Our dinner began with tofu skin house-smoked over pu-erh tea and rolled around al-dente vegetables and mushrooms; and flaky pastries filled with lots of caramelized onions and just the right amount of ham. Both were full of flavor, notably the pastries, which had a good zing of regular pepper and aromatic Sichuan "pepper" (which is not a pepper at all). At lunch time, the restaurant serves dim sum, and the quality of our starters suggests that these would be very good.
I'm always curious to see what fancy restaurants make of home-style dishes, so we ordered mapo tofu and a dish of braised eggplant/aubergine with chicken. The tofu itself was fresh and creamy, and its pork-based sauce full of bright ginger and enough chili and Sichuan pepper to make it very lively but not too hot to enjoy -- if you're a chili-head, you will need to ask for a modified version or add some of the delicious chili condiment you'll find on the table. As I'd anticipated, the dish was not as oily as it would be in a Beijing hash-house; when ordering, I'd been a little worried that the lack of grease would compromise the pleasure. It didn't: This mapo tofu was elegant, but it was also authentic in its flavors and its spirit.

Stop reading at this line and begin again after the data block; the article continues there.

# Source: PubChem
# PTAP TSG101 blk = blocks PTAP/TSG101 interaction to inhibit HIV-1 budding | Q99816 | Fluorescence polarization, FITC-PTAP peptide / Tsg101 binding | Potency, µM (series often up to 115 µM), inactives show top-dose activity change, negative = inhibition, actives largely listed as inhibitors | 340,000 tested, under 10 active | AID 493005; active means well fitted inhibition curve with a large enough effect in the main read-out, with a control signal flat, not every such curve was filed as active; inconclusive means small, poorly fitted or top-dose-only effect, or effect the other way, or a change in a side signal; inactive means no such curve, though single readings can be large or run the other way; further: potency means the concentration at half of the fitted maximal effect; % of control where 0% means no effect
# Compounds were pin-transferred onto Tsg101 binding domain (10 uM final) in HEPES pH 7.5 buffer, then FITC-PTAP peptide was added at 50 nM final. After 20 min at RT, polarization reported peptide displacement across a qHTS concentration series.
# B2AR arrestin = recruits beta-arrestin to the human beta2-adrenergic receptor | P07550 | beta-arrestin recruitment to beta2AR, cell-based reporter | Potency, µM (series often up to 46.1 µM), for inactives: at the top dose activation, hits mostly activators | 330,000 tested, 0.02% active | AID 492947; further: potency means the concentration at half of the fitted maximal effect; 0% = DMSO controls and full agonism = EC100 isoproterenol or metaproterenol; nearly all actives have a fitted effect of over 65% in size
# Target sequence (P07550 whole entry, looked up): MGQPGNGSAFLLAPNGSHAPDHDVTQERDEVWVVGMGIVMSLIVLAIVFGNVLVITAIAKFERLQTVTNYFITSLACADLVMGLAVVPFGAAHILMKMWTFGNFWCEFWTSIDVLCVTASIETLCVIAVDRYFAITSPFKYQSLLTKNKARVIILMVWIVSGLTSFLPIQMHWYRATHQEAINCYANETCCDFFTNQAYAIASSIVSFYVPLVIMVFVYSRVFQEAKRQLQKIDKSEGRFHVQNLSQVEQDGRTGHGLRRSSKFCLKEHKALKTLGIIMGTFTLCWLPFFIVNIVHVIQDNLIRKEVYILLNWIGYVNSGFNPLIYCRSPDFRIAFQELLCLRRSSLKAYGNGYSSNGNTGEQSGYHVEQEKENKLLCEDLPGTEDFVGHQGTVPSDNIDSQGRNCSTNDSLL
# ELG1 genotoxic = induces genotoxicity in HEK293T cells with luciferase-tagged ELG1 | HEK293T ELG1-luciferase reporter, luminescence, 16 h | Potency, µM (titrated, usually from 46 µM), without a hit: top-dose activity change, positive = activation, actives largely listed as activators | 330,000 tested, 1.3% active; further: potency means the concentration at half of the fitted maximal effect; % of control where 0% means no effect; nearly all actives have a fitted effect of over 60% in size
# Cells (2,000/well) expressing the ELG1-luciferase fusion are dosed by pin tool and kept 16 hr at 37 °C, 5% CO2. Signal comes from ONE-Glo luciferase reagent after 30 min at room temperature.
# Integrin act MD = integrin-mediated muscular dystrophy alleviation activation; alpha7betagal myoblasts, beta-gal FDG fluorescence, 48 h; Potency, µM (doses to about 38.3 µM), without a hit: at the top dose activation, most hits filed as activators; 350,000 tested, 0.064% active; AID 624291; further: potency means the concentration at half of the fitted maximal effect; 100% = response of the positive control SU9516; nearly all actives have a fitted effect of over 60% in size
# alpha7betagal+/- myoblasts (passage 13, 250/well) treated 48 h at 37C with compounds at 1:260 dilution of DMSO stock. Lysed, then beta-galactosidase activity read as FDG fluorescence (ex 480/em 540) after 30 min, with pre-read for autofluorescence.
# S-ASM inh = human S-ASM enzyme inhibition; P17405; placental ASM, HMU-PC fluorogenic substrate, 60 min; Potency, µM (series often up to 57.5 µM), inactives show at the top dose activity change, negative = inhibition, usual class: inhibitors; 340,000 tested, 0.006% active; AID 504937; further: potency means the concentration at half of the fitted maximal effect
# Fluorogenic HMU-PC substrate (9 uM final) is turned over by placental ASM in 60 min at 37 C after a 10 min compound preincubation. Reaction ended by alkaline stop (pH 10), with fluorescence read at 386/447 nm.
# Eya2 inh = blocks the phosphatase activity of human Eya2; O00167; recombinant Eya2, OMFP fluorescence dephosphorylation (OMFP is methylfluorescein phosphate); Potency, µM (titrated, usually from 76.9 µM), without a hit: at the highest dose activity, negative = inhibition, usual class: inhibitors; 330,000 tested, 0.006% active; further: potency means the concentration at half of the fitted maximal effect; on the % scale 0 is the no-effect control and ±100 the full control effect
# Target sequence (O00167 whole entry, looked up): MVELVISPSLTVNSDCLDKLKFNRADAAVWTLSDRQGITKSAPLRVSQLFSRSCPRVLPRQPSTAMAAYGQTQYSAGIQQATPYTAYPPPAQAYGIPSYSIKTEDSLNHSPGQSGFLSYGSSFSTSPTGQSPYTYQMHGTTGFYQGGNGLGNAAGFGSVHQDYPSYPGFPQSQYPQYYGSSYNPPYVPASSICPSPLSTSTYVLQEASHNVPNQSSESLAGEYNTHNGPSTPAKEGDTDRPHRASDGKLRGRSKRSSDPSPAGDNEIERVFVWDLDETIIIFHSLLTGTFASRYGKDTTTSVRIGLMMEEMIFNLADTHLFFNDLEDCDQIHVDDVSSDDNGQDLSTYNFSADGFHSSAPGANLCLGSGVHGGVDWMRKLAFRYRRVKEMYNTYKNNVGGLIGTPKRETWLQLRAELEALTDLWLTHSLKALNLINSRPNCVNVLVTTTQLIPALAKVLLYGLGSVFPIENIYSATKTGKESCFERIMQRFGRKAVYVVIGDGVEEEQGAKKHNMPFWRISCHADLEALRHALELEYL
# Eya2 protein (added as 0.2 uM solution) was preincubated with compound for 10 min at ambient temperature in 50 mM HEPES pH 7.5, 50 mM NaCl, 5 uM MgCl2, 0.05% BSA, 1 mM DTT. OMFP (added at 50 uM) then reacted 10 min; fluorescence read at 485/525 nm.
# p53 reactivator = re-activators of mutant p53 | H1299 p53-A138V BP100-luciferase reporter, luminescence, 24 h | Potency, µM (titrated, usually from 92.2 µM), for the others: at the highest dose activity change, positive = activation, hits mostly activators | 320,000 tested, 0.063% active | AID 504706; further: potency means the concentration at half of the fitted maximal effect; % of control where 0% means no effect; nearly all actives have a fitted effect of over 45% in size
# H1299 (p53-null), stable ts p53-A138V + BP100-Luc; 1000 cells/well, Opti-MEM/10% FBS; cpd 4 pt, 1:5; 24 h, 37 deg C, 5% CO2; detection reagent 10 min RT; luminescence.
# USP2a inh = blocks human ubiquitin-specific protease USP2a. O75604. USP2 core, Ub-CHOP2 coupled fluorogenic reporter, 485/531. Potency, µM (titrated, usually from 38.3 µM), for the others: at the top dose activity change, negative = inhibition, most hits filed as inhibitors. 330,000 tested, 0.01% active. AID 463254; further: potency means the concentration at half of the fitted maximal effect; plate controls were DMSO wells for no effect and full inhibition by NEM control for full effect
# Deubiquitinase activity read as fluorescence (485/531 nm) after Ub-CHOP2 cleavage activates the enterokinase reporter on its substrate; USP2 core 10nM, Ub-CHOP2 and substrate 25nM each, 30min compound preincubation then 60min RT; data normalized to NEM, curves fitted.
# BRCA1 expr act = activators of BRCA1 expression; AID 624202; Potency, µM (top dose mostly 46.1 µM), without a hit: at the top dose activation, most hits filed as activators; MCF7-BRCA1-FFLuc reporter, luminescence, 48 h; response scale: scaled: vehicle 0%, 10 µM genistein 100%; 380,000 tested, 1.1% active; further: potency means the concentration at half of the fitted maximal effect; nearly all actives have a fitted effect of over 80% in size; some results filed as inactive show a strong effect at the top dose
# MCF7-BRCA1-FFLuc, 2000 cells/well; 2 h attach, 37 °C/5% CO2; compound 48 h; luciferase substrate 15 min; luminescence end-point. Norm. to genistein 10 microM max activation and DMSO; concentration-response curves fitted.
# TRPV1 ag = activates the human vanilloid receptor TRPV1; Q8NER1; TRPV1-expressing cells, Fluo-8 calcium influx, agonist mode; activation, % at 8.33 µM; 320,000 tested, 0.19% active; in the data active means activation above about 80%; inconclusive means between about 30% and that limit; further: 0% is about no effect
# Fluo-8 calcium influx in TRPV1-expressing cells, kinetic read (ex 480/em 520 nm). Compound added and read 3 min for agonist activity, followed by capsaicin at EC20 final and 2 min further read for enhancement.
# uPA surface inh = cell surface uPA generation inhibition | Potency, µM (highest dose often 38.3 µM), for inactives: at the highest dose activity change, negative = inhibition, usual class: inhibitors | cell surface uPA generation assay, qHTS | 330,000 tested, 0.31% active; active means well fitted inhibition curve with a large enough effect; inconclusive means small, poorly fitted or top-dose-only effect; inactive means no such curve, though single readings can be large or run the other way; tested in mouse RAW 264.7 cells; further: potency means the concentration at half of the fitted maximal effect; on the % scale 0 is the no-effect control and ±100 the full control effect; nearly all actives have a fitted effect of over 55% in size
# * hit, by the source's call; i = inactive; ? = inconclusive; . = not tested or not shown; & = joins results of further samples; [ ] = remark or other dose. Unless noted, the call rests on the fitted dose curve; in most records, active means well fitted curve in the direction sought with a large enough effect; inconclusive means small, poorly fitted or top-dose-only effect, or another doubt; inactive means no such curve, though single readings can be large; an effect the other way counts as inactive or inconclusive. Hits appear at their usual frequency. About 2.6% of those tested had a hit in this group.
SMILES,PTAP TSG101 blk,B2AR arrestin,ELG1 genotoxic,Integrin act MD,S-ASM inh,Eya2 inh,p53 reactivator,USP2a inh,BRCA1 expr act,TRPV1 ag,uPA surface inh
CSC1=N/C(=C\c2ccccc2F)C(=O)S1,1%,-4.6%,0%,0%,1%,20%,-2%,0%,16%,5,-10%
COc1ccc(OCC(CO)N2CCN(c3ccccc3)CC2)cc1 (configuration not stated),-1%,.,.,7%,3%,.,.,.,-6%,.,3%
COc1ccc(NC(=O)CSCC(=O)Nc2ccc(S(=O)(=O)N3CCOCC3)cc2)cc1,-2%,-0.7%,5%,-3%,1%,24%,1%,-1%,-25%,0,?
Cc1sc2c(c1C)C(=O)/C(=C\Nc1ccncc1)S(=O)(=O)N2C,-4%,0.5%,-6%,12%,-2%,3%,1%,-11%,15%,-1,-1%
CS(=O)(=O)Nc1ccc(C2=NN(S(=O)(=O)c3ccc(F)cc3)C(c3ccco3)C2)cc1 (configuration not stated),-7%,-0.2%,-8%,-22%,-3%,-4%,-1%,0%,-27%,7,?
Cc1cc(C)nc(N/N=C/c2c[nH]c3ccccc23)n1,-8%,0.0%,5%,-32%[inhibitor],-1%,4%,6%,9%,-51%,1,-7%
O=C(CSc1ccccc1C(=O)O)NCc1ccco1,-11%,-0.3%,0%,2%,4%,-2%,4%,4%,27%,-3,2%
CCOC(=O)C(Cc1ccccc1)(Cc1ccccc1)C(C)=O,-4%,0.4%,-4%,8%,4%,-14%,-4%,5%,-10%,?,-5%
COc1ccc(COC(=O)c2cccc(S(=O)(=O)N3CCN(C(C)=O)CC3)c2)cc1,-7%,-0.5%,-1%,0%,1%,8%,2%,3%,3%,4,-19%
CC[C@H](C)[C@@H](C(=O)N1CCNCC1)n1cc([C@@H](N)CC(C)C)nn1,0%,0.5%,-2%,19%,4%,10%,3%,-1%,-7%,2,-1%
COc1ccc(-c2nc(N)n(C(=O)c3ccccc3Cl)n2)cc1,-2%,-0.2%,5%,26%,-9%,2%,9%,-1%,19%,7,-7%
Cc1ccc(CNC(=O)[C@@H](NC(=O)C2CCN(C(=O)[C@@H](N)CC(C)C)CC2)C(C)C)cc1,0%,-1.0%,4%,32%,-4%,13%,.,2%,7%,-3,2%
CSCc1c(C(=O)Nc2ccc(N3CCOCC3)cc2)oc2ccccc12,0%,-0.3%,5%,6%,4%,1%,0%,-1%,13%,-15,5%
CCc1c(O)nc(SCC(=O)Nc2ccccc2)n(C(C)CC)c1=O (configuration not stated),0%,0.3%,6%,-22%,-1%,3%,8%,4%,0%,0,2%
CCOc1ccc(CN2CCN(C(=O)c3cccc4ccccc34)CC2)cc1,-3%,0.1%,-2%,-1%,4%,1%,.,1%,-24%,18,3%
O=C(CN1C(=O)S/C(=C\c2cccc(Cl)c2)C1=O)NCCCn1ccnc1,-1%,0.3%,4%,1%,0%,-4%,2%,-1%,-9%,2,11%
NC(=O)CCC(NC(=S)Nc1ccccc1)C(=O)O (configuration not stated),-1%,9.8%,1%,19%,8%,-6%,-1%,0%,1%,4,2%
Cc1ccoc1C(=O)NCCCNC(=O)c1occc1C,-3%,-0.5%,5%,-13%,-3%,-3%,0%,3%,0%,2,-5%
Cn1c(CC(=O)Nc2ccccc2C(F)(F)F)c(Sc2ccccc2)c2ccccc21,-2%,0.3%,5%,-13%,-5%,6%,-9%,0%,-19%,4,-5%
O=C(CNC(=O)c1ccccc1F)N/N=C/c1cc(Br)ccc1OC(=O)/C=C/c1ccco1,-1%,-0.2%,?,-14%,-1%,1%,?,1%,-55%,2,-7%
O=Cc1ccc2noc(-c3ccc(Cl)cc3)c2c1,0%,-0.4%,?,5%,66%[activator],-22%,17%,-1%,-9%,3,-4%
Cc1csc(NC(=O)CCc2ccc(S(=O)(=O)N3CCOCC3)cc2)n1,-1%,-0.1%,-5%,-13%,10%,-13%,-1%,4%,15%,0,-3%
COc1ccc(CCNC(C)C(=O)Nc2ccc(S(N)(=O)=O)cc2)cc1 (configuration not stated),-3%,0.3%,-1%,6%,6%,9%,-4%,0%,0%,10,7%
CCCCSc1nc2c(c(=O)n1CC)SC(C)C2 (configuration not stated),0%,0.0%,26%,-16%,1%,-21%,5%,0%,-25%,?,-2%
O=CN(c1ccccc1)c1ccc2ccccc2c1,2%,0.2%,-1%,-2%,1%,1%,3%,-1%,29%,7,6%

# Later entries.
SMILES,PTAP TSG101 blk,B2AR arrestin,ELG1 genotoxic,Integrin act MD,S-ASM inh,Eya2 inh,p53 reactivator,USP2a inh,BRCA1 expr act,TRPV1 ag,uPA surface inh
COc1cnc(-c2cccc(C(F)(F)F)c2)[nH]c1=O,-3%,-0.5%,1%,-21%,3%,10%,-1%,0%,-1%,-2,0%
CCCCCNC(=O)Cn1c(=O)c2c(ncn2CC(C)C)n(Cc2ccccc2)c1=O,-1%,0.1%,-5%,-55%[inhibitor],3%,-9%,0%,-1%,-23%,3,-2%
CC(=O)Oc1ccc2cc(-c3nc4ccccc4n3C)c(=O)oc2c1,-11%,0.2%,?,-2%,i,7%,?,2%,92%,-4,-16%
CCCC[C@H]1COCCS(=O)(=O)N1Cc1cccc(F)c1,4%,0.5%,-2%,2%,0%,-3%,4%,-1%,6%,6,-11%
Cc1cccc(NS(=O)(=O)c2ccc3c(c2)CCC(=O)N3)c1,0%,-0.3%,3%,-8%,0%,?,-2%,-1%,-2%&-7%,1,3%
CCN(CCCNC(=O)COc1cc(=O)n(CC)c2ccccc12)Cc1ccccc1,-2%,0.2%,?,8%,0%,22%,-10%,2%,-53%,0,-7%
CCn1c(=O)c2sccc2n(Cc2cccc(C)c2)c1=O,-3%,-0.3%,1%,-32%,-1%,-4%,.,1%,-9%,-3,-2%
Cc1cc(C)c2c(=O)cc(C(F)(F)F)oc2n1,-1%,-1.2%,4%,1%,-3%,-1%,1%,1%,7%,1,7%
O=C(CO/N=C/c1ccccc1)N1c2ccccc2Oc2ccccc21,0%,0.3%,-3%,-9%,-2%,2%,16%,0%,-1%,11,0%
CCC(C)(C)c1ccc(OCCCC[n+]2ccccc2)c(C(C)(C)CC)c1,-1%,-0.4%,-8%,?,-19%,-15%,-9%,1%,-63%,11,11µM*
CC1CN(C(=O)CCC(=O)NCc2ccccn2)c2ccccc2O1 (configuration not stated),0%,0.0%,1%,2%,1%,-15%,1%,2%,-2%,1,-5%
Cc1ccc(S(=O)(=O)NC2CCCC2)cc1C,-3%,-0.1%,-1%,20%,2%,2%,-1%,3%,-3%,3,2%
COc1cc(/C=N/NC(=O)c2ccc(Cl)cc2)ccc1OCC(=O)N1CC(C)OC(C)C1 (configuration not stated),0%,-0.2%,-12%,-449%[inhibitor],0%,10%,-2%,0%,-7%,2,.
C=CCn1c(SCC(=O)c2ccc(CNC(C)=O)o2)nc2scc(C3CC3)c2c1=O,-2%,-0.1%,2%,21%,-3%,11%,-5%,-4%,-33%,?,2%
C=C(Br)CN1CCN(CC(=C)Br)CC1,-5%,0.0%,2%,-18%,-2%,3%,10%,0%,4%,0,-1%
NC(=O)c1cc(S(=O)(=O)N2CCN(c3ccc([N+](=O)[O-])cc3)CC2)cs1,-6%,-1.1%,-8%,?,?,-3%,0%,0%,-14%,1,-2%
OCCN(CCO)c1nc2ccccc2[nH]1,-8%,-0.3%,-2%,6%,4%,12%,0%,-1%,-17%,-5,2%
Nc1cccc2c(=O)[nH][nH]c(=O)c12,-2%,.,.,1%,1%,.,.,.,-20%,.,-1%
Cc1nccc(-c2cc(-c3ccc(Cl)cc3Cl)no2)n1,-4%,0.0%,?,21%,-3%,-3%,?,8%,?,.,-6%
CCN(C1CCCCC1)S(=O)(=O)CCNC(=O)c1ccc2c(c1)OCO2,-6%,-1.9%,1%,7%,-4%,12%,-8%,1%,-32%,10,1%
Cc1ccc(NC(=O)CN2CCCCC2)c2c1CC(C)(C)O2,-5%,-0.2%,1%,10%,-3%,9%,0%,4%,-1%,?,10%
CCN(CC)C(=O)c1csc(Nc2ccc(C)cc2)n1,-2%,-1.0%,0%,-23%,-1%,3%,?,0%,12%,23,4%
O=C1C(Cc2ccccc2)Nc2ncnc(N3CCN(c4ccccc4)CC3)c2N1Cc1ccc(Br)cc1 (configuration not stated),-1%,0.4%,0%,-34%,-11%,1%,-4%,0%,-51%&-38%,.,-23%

The eggplant braise highlighted the quality of the restaurant's ingredients. It was made with a rich, balanced stock and its savoriness was deepened with shiitake mushrooms and dried fish. The dice of chicken was no afterthought: it was well integrated and of such clear poultry flavor that, even though it accounted for only a small part of the dish, it was there in every bite. The rice was plain and perfectly steamed.
A lovely dessert was creamy, lightly coagulated ginger-infused milk that had been steamed. The coagulating agent was a "chef's secret" but the consistency was that of a soft rennet custard: a nice, subtle way to end the meal. We drank white wine from the Loire valley: a delicious Savennières recommended by the engaging sommelier and at €53 ($72) not expensive for this postal code.
Shang Palace would be a good, relaxing option for entertaining guests, too: more dishes, more sharing, more fun. Note that advance booking is necessary: the reservation book fills up very quickly.
Shang Palace restaurant. The Shangri-La Paris. 10 avenue d'Iéna, 75116 Paris; +33 (0)1 5367 1992; email@example.com. Open lunch and dinner Thursday to Monday. Our dinner for two added up to €165 ($225) including wine and service, though a fancier meal with costlier drinking could easily run to twice that.
The Shangri-La Paris. 10 avenue d'Iéna, 75116 Paris; +33 (0)1 5367 1998; http://www.shangri-la.com/paris/shangrila/. According to hotels.com, double rooms can sometimes be had for about $800, but this is rare and more typical rates begin at around $1,000 and go up from there.